September 7, 2008

Frog Sex - Part Two

In a previous post ("Frog Sex is a Strange Affair") I discussed the shenanigans that mountain yellow-legged frogs engage in during the breeding season. During a recent trip into the backcountry to survey frog populations, I was reminded of the peculiar sexual behaviors that these frogs display in the fall when frogs are obviously not breeding. With the arrival of shorter days and cooling water temperatures in late-August and September frogs start engaging behaviors normally associated with breeding, including calling and amplexus (above photo was taken two days ago). Seeing frogs engaging in these behaviors in the fall is rather odd since actual breeding is still nine months away. So, what are these frogs doing?

My guess is that they are "practicing" for the breeding season that will occur
next spring. This guess is based on the fact that most of the individuals showing these behaviors appear to be small males. Their small size suggests that they may have just attained sexual maturity and therefore have not yet participated in a breeding season. If true, it would be valuable to be able to "practice" calling and amplexing before next spring's breeding season. The individuals I watched a few days ago who were trying to amplex other frogs were certainly clumsy in their efforts. For example, the male shown in the above photo has placed his forearms in front of the forearms of the other frog instead of behind them. I watched this pair for several minutes, and it seemed that the amplexing individual needed all the practice he could get - what a bumbler!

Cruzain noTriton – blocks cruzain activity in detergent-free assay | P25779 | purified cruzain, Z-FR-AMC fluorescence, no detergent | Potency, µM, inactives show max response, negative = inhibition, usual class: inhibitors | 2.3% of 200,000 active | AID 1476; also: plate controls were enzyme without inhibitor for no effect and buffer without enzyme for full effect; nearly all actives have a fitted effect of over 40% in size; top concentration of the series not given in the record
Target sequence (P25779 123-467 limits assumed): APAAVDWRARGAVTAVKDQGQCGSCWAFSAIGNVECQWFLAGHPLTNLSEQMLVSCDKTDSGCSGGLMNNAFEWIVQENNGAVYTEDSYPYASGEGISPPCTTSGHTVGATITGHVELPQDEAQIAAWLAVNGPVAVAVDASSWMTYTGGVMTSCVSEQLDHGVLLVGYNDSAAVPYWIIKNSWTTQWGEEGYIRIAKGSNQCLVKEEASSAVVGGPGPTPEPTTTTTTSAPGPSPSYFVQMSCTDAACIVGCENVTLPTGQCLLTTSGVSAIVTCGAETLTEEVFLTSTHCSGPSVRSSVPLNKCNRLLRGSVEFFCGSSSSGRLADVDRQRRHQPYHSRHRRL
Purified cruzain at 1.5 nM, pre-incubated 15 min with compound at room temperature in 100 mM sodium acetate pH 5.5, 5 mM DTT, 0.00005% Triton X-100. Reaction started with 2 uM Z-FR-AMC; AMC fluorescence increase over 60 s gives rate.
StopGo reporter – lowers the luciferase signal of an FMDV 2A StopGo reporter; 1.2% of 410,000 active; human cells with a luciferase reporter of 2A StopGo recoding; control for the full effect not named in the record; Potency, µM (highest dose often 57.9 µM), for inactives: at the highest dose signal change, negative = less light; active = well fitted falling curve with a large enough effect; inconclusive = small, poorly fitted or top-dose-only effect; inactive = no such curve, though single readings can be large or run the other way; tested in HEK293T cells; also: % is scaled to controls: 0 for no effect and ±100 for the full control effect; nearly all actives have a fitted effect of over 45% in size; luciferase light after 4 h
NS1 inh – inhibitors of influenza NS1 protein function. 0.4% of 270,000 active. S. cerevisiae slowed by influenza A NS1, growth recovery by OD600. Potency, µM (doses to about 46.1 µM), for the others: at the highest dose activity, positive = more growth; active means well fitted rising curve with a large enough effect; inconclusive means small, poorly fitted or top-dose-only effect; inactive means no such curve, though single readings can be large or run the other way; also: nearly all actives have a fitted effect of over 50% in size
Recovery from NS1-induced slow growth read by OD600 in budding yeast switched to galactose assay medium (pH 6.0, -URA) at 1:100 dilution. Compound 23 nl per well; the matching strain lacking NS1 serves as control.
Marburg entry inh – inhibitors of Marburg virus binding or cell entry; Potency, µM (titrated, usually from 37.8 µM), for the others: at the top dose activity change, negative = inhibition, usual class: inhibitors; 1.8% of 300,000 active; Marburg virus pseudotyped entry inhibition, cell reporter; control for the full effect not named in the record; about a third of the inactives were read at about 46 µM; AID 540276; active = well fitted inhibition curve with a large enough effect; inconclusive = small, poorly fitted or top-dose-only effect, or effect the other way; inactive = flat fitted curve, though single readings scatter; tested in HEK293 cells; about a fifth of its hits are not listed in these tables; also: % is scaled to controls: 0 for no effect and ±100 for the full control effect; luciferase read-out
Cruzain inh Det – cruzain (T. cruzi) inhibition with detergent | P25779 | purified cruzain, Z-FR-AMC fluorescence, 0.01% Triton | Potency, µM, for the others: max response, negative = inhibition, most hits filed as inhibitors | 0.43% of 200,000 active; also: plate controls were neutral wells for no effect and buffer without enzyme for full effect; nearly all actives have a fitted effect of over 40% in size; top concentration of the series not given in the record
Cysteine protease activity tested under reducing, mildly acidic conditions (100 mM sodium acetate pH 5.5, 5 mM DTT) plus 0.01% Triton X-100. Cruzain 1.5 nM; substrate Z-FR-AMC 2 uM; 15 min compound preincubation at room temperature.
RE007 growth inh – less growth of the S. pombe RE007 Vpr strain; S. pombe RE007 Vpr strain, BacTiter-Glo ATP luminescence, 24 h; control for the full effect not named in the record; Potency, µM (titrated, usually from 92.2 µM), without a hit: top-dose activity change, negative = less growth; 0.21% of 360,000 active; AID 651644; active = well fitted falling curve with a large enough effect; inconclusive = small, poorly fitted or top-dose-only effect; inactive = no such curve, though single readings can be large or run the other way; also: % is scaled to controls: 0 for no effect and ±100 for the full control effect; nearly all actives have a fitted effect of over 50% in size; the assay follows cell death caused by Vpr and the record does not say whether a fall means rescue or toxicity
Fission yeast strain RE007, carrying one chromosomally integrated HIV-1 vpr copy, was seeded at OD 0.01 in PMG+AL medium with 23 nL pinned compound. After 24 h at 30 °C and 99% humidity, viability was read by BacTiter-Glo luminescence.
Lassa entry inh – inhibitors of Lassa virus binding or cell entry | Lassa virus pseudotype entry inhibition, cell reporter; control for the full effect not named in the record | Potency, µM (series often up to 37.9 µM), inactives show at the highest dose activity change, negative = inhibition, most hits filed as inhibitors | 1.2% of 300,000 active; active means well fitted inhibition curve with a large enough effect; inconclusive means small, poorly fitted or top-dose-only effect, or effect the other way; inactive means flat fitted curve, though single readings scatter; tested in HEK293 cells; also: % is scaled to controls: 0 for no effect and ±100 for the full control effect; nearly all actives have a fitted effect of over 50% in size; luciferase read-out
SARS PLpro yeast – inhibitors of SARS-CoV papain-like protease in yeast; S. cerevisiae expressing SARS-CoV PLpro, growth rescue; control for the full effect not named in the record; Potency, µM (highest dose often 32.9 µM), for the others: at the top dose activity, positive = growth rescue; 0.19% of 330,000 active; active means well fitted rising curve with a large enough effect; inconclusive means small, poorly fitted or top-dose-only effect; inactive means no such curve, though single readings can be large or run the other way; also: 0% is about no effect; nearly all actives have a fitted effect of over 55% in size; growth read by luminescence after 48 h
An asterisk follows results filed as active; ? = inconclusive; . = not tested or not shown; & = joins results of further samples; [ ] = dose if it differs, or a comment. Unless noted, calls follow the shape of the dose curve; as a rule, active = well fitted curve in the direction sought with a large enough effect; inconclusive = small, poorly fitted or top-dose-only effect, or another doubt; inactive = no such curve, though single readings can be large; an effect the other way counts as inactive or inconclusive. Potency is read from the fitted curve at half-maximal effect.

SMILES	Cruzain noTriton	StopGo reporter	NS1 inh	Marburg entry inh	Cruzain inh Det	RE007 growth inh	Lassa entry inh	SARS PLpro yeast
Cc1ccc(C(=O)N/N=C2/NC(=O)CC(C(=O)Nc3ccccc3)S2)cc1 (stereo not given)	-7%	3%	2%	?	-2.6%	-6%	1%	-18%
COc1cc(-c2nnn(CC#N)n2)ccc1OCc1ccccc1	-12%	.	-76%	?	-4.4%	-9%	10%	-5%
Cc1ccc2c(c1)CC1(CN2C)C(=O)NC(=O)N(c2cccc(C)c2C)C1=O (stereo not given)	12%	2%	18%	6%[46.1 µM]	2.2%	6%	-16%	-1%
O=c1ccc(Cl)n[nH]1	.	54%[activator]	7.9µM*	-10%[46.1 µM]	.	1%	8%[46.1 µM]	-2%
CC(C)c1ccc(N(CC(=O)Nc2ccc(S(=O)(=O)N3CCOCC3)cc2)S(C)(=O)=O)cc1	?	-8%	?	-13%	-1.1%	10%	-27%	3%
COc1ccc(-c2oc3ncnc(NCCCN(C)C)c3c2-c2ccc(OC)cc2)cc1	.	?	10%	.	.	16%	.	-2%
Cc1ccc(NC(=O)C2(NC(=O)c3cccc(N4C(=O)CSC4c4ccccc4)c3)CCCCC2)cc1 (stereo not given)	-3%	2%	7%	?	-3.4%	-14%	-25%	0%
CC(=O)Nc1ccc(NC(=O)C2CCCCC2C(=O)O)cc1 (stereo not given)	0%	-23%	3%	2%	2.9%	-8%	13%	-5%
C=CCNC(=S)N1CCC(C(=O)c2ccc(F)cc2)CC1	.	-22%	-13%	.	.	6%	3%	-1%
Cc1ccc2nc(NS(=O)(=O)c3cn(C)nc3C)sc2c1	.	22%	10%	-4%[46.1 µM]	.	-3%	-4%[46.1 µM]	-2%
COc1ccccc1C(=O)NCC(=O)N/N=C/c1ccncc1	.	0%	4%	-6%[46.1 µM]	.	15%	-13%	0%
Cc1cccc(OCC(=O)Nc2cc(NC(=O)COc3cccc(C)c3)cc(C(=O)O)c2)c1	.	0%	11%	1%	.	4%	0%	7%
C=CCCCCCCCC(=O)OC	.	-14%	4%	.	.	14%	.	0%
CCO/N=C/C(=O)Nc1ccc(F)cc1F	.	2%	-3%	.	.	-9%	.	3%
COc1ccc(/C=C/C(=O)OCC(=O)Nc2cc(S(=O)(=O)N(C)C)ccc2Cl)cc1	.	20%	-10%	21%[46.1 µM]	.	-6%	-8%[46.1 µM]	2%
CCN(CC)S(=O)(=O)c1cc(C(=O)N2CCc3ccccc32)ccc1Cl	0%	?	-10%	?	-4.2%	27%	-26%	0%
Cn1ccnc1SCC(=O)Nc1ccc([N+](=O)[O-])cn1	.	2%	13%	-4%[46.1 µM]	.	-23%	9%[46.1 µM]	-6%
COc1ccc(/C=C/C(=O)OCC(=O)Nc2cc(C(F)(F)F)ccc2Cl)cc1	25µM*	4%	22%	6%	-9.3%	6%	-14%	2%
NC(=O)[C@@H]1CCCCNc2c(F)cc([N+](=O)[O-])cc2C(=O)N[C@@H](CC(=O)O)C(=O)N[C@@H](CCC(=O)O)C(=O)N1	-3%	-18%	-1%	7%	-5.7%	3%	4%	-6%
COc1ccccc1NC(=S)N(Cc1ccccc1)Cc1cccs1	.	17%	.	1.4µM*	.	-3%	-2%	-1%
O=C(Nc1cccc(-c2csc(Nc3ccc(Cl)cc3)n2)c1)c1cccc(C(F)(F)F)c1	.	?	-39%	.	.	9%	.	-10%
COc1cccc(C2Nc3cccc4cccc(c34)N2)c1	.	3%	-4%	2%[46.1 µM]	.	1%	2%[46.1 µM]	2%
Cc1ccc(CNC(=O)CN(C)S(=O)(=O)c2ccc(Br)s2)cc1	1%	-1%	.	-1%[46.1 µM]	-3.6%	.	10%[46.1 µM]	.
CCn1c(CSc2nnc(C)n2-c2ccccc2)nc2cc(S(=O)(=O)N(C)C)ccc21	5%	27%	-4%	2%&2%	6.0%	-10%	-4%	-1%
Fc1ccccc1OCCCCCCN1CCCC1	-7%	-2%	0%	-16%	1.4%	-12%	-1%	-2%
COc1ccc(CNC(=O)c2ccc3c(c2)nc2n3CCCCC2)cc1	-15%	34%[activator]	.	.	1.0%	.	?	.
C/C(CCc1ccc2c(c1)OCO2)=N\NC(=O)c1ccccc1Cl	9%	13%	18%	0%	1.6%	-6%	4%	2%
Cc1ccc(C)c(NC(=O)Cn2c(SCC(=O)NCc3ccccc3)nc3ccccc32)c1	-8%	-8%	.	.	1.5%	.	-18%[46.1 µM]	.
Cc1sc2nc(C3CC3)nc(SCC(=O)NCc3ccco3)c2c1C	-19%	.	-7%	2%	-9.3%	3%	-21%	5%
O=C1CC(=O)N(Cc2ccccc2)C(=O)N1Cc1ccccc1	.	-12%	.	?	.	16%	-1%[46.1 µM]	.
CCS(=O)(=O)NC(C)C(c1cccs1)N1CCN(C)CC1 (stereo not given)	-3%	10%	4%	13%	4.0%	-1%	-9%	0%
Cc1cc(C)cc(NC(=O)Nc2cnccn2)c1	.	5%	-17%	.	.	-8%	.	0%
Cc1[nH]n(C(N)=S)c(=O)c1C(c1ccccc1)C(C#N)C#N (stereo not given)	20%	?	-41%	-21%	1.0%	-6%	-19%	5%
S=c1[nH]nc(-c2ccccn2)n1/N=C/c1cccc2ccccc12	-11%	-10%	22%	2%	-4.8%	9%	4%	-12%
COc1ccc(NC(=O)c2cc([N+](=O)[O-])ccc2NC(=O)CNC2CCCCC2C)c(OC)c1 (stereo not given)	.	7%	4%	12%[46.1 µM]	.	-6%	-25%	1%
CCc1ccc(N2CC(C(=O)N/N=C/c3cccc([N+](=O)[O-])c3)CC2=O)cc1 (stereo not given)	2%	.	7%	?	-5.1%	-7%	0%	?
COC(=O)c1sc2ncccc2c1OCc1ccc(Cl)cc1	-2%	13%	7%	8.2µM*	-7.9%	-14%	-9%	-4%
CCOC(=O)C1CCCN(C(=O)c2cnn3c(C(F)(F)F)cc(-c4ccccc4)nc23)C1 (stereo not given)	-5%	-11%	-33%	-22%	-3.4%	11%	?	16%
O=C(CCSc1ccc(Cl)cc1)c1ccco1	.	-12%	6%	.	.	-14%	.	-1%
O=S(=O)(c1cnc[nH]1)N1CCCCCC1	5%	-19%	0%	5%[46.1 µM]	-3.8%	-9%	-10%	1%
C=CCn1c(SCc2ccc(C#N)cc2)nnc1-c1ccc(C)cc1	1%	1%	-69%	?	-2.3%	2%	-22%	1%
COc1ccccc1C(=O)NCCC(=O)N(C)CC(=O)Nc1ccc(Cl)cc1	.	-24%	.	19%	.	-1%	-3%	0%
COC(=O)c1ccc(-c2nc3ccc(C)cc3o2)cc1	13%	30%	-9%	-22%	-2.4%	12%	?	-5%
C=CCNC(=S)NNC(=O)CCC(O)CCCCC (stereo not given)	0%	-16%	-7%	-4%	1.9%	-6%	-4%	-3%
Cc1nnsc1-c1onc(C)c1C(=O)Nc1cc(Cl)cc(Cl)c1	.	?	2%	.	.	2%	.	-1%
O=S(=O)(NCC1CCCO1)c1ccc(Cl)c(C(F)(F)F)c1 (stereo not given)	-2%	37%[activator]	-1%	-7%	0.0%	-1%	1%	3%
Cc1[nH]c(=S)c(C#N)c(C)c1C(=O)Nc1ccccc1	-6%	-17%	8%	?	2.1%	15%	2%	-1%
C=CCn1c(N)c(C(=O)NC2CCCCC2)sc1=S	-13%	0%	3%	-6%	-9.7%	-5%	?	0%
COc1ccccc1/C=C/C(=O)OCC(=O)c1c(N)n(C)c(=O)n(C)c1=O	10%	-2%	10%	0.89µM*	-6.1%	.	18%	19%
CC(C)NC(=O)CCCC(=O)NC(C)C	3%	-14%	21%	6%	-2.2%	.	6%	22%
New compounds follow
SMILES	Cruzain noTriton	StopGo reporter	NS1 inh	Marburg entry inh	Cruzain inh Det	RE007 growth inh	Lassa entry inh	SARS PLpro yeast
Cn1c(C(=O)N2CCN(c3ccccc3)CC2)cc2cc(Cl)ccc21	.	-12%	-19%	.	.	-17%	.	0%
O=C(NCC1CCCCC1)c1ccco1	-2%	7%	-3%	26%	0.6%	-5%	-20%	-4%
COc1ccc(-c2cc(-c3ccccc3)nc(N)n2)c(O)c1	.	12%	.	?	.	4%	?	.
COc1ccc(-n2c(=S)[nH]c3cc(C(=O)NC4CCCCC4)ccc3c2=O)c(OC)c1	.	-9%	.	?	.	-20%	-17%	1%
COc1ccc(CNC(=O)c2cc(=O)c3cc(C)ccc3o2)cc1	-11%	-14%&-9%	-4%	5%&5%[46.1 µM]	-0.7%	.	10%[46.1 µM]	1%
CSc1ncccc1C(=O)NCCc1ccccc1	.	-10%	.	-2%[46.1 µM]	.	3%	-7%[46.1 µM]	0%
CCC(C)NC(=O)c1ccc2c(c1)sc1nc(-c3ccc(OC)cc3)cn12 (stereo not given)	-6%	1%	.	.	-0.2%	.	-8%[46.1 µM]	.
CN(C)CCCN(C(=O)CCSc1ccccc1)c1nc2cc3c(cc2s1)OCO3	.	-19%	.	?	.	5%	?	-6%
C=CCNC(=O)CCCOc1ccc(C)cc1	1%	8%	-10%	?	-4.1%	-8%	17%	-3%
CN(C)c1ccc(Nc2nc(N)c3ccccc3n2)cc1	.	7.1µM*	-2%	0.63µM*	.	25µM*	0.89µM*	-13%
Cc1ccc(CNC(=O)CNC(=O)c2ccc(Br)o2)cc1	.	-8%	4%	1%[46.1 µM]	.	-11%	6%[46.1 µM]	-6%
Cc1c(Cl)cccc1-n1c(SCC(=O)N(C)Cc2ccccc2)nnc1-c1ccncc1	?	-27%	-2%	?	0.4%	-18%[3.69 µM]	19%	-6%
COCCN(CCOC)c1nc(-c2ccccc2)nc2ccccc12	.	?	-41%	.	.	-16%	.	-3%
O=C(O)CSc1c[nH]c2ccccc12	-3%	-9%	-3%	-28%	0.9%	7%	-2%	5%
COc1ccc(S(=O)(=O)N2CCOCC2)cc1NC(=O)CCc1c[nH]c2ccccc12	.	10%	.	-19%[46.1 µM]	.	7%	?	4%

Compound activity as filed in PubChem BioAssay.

With the return of ice and snow just a month or so away, the frogs may be using this short window in the fall to practice their breeding skills and thereby improve their chances of mating successfully in the spring.

I wonder if other amphibian species show similar pre-breeding behaviors....

Back to The Mountain Yellow-legged Frog Site.

1 comment:

  1. My interest in frogs came about when I inherited 2 of my daughter's pet frogs when she left for graduate school. I didn't realize that trout had been introduced as I live in NY state, but I do know that as the frogs go, so do we. I'm happy that there are people out there like you and your team.. Michelle Buffalo NY